B enny is a man of many ideas. Not all of his ideas are good, but he likes to share all of them anyway and he’s always enthusiastic about it.

“Nonny! We’re going apple picking for Rosh Hashanah!” he said to me one morning at breakfast. To be honest, I was still half-asleep. Still. I realized right away there were a few issues with his idea. Here’s a list of them that I shared with Benny. 1)

Apple picking? Where? 2)

Isn’t it easier to get apples at the grocery store? 3)

Hello, do you know how high trees are? How exactly am I supposed to reach apples? Last I checked, climbing trees wasn’t my most successful sport. 4)

How exactly is T.J. going to maneuver between the trees? 5)

Have I mentioned there’s a grocery store down the block that sells apples?

“I have it all figured out,” Benny said. “I found a wheelchair-accessible apple-picking orchard. The Jonathan apples are hanging really low.”

“Are you naming your apples?” I asked him. “Are there Joseph apples? Timothy apples? How about Nonny apples, or Benny ones?”

“Wise guy,” Benny said. “Jonathan apples are a type of apple. They’re delicious and they’ll enhance our Rosh Hashanah table. I have to tell you, brother of mine, that you haven’t tasted an apple if you haven’t eaten a fresh-picked apple. They’re divine. You can’t compare them to the grocery store’s selection.”

“Okay,” I said. “I get that they’re yummy. You still haven’t addressed all the other issues.”

“No ladders,” he said. “And I’ll push T.J. if it gets hard. Not only that, but they have an awesome hayride that you can go on and it’s wheelchair accessible too. You have to book it 48 hours in advance but no worries, I already took care of it!”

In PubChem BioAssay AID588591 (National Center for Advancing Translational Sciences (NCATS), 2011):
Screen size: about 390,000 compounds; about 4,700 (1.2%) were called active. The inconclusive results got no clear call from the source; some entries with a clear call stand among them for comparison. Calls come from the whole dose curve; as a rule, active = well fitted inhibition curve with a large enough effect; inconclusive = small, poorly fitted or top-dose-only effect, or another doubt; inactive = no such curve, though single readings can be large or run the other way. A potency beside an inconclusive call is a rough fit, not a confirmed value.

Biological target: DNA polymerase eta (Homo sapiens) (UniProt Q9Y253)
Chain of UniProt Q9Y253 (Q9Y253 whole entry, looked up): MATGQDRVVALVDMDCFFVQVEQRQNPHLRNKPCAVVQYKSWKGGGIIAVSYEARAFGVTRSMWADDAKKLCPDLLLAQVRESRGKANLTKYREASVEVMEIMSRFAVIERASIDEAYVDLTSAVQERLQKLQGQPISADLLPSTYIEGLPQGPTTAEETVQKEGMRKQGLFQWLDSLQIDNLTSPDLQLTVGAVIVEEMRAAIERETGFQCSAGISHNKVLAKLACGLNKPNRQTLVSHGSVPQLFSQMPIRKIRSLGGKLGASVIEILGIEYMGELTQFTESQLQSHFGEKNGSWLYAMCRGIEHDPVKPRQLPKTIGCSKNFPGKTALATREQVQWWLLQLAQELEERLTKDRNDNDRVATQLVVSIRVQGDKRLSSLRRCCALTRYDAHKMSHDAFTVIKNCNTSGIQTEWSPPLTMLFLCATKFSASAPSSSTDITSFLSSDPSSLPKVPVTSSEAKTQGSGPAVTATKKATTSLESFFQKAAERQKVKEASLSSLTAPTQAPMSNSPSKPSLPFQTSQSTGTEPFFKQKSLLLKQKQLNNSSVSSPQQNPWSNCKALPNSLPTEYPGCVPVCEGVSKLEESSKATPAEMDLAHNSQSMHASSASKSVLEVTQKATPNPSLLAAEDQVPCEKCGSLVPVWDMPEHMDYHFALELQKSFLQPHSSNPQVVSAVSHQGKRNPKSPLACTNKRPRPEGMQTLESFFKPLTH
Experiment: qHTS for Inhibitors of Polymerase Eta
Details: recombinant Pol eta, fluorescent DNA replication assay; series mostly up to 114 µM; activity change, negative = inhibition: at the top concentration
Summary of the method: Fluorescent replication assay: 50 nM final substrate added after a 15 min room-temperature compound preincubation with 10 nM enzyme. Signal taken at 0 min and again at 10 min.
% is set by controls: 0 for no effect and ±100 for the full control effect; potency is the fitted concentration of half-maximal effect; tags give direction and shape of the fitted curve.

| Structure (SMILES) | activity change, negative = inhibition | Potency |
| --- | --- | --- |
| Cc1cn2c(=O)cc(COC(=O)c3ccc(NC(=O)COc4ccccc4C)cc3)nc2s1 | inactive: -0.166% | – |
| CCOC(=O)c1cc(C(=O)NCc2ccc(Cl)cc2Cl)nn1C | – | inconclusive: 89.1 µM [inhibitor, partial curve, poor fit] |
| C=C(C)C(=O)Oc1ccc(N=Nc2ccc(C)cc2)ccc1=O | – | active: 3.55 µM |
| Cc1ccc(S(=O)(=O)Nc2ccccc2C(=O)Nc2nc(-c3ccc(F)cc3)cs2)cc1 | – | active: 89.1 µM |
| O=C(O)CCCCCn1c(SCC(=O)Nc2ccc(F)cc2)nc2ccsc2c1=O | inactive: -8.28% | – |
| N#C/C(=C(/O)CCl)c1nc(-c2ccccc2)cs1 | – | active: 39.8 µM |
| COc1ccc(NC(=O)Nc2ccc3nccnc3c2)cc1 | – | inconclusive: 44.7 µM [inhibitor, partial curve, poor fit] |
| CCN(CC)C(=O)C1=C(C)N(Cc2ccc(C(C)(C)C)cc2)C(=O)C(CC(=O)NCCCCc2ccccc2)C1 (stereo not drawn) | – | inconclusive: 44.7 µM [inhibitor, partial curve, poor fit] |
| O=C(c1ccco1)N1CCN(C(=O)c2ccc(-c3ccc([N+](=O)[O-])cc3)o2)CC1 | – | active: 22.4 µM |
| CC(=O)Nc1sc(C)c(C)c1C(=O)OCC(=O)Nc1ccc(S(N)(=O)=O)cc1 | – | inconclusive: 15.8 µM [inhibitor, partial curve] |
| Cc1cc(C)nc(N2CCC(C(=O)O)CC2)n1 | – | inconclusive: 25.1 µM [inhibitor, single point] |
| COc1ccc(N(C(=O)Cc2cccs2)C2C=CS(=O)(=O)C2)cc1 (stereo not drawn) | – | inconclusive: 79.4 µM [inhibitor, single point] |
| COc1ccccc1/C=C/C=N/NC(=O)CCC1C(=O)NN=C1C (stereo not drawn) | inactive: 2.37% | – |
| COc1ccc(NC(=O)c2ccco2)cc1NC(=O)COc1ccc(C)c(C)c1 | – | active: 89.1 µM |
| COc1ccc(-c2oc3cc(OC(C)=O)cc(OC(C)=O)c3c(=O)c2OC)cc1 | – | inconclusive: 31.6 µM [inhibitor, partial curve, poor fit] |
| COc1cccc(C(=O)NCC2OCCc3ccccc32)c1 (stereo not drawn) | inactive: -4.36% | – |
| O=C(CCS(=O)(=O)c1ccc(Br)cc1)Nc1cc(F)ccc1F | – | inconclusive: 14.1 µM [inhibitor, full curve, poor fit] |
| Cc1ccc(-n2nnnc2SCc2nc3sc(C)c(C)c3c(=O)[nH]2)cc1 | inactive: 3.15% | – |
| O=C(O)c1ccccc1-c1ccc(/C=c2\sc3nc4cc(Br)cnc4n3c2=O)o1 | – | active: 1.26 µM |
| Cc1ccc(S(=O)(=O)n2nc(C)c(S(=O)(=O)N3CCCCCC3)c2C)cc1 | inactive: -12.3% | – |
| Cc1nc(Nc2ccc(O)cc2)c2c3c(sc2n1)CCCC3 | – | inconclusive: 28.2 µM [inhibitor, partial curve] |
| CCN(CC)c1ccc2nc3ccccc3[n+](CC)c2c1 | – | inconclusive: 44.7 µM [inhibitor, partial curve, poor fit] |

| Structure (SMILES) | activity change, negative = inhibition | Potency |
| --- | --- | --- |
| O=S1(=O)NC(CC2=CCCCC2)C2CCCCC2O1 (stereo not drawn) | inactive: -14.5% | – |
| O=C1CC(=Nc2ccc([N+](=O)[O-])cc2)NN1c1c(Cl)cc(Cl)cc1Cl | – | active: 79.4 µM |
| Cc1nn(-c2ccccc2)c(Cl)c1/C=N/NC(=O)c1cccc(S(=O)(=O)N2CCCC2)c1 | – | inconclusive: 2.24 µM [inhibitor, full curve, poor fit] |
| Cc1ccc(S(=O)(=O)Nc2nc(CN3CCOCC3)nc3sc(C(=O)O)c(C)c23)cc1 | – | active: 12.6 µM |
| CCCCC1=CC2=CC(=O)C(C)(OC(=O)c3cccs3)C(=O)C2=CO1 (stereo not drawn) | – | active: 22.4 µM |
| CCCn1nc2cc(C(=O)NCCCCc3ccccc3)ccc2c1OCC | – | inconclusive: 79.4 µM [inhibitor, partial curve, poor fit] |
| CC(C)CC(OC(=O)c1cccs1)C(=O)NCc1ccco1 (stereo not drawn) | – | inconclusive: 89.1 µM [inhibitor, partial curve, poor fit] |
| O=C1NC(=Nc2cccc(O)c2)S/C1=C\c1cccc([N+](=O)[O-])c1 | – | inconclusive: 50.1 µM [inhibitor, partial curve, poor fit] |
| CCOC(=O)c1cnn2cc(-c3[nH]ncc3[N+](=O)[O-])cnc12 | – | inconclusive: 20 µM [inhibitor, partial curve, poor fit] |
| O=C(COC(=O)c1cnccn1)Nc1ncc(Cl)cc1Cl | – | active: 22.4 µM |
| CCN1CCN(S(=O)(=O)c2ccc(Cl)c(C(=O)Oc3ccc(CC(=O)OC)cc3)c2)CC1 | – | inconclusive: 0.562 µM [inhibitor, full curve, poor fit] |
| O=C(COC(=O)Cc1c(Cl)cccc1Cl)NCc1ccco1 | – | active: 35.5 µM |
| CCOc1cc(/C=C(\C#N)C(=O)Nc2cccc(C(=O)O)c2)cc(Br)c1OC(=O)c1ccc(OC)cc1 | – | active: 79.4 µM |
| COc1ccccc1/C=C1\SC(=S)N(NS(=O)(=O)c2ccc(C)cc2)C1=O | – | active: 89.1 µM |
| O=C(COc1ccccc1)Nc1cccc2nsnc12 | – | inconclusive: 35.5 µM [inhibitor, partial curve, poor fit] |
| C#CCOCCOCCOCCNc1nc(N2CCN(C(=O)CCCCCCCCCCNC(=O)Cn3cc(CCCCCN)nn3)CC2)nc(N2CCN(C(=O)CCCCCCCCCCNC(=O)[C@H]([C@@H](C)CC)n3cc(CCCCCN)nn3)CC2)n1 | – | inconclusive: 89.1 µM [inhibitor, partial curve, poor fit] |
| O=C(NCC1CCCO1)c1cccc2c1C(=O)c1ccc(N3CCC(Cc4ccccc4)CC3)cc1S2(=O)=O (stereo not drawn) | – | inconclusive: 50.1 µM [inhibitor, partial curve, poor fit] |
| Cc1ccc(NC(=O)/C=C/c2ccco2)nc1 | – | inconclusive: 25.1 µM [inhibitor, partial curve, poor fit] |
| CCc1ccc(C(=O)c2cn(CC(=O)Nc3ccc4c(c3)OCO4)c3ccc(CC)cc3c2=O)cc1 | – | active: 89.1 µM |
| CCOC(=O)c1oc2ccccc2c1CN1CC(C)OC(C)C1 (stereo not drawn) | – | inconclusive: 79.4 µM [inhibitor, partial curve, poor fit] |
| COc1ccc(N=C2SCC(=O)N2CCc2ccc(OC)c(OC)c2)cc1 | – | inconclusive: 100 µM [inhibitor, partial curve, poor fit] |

Well, Benny always thinks of everything. I have to admit I was excited by the idea of a hayride. I like farmy types of things. They make me feel all outdoorsy and since I don’t get next to enough outdoor exercise, I was excited.

“Ima already agreed to drive us there and Abba will pick us up,” Benny said.

Well, that settled it. I was looking forward to picking apples for our Rosh Hashanah table. Maybe the extra delicious apples would promise us a sweet new year.

Later that night, I heard Benny talking on the phone to his friend, Lazer.

“I arranged the most awesome trip for me and Nonny,” he said. “There’s this wheelchair-accessible apple orchard with a handicap-accessible hayride….” He droned on and on. I know he meant well, truly. But I kind of wanted to sock him, or at least stick a sock in his mouth. He made it sound like he was bringing along his disabled brother on some sort of disabled trip. Which, let’s call an apple an apple, that’s exactly what he was doing. But I didn’t need him to talk about it that way. I heard him speak to like, five people, all excited about all the accessible stuff he’d found. Why couldn’t he just tell them he was going apple picking with his brother? (Excerpted from Mishpacha Jr., Issue 678)